The visiting boss Martin O’Neill was like a cat on hot tin roof in the technical area and had clearly relished the opportunity to deliver a firm dressing down to his men during the half time break. Adam Johnson – a disappointment since a big money summer move from Man City – cut in from the left flank and rode through three limp challenges on the edge of the area before shooting straight at Robert Green who was deputising for the injured Julio Cesar in goal. O’Neill quickly removed Danny Graham – whose impact on proceedings was so minimal it didn’t seem fair that he hadn’t been charged the same as the other spectators to get in – and replaced him with Danny Rose who had impressed against Rangers earlier in the season. Suddenly it was the home team looking tired and drained.
Step forward young Townsend. A free kick awarded wide right had been cleared, lofted back in by the left winger Junior Hoilett and cleared again. Townsend calmly watched the ball fall from the greying skies, adjusted his feet, brought it down on his chest and then executed an expert volley. Much like his team’s bid to escape from relegation after such a cataclysmically awful campaign, Townsend’s attempt was a difficult long shot against all odds but the result was absolutely spectacular and one can only hope it serves as a metaphor for what’s to come over the remaining nine fixtures. He caught the ball plum, controlling its height, pace and direction in such a way that although Sunderland’s excellent goalkeeper Simon Mignolet could see it the whole way it just continued to arc away from him as he scrambled across his line and ultimately he was helpless to prevent it dipping perfectly into the far corner of his net.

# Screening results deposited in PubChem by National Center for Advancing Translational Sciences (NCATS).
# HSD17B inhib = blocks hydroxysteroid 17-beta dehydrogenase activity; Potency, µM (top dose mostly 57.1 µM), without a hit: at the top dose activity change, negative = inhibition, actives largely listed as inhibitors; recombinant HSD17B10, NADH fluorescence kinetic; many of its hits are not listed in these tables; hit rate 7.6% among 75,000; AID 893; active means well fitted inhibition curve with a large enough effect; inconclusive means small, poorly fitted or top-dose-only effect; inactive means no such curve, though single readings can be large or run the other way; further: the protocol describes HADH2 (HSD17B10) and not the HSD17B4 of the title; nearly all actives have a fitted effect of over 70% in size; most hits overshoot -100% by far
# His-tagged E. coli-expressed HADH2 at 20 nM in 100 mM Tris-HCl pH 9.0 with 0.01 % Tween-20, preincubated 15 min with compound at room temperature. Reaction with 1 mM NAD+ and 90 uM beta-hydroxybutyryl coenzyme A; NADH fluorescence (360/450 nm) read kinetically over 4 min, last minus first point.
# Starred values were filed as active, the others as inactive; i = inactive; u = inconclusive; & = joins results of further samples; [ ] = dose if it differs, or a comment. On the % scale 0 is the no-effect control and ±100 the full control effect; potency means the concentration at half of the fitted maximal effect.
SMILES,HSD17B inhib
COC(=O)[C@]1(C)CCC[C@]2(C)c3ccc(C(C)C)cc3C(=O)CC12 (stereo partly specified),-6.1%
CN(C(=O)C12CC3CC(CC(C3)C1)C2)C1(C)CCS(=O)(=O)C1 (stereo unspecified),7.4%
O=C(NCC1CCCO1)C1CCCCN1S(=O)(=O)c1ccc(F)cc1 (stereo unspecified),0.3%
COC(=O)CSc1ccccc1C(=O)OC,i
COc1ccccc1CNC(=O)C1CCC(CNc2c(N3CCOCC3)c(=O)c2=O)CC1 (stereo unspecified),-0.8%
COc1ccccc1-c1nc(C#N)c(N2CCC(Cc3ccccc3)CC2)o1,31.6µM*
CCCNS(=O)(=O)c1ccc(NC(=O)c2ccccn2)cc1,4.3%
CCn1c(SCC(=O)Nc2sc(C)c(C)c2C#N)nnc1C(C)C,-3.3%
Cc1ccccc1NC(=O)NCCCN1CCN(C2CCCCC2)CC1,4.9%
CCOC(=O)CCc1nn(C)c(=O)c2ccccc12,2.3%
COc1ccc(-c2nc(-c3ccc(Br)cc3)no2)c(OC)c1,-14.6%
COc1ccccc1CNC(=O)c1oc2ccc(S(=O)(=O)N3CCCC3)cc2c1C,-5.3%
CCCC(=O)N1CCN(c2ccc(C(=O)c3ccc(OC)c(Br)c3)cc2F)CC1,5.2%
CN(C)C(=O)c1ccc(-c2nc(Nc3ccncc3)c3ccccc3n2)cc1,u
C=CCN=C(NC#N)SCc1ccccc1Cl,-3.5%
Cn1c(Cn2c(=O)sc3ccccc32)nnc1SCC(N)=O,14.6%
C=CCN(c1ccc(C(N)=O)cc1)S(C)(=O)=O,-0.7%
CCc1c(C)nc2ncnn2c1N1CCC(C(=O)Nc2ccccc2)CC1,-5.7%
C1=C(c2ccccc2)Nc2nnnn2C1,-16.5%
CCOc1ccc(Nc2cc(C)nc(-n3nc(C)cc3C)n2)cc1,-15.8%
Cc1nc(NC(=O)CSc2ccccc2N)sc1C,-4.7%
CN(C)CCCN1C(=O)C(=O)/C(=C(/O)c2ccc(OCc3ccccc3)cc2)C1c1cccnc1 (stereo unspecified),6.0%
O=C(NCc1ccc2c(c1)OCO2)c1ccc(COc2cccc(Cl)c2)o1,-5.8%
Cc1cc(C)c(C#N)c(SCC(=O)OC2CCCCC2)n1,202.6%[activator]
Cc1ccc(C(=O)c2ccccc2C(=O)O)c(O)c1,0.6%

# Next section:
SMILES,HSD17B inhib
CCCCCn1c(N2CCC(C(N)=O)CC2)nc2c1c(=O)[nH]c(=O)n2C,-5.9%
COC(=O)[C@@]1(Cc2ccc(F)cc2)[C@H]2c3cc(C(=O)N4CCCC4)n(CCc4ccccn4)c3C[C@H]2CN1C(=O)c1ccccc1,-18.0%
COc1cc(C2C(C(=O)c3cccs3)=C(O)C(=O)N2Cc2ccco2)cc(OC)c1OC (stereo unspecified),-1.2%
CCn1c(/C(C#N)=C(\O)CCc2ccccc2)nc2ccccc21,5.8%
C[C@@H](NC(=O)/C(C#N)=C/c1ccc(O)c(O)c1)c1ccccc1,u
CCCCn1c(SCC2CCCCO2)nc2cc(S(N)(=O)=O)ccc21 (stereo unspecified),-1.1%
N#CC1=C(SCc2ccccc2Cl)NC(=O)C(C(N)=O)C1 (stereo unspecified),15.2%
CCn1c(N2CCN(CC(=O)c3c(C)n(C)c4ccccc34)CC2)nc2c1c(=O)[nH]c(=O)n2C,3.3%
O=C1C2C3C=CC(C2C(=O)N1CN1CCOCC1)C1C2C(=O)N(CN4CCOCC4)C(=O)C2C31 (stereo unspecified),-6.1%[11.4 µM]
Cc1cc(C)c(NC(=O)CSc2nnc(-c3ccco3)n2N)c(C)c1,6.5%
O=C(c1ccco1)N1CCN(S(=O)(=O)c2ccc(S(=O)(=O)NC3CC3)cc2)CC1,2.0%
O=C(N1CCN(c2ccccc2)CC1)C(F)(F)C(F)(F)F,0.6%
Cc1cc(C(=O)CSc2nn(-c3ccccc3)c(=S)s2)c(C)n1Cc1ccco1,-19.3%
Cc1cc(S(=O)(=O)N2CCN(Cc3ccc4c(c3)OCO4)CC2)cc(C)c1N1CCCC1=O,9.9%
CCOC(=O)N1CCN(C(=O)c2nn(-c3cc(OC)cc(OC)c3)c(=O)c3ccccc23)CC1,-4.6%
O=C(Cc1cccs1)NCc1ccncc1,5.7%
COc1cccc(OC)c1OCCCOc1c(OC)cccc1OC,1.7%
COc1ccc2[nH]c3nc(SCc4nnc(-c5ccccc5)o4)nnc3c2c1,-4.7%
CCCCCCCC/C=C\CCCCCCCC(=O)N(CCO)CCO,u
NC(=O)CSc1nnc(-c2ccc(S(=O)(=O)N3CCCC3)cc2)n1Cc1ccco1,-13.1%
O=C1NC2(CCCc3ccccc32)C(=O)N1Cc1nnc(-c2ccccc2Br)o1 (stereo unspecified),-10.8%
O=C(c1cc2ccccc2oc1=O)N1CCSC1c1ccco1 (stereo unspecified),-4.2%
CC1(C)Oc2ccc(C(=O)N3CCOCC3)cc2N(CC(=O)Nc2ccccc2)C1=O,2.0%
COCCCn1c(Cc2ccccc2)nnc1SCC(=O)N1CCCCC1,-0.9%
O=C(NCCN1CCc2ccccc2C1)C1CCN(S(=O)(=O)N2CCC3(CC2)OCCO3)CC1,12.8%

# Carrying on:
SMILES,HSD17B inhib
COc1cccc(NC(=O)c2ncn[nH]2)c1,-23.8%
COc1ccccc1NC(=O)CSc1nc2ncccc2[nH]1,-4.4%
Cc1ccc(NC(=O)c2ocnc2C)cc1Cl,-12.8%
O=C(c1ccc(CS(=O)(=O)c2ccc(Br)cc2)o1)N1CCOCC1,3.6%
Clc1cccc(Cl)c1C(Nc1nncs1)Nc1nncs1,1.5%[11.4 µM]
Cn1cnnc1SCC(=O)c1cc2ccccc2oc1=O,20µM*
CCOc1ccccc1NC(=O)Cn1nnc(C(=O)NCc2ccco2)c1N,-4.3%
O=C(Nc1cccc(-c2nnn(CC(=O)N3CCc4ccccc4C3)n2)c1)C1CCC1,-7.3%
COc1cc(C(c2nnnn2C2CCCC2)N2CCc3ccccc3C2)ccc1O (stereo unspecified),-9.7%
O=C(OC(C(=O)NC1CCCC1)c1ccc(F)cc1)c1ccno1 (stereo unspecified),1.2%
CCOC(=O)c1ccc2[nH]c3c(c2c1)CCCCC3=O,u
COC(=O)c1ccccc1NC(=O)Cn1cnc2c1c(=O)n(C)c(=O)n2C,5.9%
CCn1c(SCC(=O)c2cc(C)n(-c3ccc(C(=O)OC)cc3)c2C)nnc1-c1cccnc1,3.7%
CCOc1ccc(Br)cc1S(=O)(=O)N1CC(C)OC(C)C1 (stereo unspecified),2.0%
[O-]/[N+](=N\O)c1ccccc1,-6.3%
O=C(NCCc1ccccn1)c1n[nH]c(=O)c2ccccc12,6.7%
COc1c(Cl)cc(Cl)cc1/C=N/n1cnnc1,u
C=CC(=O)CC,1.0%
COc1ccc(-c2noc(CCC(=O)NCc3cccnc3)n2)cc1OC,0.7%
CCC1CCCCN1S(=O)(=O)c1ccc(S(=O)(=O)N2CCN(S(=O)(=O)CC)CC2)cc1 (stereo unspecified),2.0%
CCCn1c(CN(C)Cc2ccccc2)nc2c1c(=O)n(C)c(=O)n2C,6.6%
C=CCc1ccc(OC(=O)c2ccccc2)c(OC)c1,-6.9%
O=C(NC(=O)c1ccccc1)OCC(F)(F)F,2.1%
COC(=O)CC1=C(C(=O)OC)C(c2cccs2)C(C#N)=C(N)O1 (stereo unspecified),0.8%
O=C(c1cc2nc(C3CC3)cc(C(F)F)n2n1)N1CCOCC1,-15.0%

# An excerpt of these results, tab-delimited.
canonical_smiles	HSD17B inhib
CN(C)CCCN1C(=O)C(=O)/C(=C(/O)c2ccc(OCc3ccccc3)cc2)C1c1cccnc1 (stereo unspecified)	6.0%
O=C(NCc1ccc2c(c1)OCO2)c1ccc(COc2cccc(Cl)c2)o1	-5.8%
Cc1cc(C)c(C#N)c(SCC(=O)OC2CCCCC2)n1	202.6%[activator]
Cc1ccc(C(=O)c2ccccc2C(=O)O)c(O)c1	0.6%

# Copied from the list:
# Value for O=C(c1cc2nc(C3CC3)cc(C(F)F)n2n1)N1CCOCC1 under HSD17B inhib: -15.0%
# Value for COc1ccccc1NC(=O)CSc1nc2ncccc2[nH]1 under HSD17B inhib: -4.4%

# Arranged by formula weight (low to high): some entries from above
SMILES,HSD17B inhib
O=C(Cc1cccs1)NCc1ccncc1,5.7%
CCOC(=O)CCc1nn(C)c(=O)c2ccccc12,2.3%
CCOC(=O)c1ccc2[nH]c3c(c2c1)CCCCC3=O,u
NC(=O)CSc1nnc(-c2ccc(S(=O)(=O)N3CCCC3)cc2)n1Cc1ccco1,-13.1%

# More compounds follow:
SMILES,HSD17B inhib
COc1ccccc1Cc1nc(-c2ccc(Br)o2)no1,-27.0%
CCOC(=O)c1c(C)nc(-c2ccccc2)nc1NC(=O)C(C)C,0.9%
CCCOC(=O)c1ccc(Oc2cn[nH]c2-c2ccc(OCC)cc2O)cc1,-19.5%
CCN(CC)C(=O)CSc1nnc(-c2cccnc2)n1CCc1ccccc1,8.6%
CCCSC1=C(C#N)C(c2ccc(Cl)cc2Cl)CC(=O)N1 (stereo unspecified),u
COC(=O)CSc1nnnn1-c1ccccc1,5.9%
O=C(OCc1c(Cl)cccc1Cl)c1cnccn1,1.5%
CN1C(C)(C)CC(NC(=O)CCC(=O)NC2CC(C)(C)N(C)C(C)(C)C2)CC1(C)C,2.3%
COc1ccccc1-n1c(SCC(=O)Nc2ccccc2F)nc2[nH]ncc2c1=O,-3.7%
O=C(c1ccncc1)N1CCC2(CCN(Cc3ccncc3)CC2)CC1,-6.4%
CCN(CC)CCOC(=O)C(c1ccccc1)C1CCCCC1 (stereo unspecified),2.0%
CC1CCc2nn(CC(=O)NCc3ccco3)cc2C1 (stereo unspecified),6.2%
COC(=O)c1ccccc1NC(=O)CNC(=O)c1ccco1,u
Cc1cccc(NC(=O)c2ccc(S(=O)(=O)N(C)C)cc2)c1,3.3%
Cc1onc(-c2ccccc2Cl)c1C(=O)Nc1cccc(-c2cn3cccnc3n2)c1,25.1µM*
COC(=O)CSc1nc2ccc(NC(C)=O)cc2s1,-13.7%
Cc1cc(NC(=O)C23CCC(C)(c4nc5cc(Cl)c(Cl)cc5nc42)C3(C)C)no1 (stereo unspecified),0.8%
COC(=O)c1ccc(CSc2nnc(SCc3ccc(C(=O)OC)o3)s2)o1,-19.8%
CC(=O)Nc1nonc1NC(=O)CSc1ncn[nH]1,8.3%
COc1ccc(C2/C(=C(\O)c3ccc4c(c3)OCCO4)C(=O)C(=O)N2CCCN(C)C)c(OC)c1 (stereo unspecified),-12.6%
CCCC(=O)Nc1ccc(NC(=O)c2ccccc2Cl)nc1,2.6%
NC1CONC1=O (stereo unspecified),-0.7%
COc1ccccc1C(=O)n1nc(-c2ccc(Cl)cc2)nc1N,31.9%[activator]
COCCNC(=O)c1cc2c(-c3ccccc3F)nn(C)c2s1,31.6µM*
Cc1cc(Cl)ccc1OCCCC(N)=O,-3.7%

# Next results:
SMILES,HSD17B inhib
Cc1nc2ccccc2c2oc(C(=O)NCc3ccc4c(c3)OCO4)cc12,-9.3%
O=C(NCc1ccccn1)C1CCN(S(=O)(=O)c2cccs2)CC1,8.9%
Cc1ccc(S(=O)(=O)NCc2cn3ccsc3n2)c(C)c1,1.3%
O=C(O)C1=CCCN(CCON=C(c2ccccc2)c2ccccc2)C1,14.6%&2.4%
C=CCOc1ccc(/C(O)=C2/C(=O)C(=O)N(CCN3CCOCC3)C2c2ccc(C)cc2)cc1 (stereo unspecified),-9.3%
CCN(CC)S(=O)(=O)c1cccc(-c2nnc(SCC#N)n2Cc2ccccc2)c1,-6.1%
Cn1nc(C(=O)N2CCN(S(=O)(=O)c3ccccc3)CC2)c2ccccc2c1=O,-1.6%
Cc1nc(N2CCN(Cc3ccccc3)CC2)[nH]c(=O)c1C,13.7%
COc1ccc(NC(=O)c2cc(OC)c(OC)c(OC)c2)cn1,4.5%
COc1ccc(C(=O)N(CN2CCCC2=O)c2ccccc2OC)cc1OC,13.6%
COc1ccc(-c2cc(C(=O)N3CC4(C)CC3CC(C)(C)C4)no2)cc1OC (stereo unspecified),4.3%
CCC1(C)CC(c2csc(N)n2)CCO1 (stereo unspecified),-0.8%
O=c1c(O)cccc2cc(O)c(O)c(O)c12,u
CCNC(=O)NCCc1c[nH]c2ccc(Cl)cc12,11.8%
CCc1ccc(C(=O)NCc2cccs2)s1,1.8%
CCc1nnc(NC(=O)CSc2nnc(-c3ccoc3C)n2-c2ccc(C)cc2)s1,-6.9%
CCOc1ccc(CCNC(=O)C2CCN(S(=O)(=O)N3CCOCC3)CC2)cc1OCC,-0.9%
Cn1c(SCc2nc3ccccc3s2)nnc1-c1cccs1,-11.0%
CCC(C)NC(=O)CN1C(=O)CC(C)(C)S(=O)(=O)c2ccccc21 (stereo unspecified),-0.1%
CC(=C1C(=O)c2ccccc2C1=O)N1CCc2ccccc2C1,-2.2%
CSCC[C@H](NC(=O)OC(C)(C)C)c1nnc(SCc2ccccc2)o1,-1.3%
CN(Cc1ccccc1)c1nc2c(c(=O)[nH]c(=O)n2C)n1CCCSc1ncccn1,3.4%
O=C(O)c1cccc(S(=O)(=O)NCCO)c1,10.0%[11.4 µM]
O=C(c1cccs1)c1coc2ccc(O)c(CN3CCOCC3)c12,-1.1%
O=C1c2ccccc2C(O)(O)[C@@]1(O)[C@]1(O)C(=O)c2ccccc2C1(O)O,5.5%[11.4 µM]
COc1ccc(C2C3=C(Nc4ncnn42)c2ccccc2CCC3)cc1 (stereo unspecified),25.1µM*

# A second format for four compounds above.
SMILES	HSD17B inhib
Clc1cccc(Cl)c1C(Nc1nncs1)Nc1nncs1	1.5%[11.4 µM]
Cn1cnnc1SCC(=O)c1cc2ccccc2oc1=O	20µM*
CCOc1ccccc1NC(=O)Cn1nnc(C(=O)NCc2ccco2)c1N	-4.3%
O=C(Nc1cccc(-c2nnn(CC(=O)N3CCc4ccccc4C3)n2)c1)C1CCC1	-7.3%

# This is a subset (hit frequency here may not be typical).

The relief was palpable, the noise deafening. It completed an impressive turnaround from the home team who had actually fallen behind after half an hour when a swift counter attack from their own cleared free kick ended with Johnson hammering a low cross in to the six yard box and Sunderland’s leading scorer Steven Fletcher poking home from close range. There’s been a naivety about Rangers at times since they were promoted back to the top flight, and twice in the build up that goal they spurned opportunities to stop the move dead in its tracks with a tactical foul and yellow cad.
A team with only one home win to its name all season would have been forgiven for cursing its bad luck and feeling sorry for itself at that stage, especially as the goal had gone in totally against the run of play. But Redknapp had started with Hoilett and Townsend either side of strikers Loic Remy and Bobby Zamora with only the inconsistent Ji-Sung Park and the somewhat wild Stephane Mbia to anchor the midfield – as positive a line up as the veteran manager has fielded since arriving in W12 – and the side had enough attacking intent about it to find a way back into the match.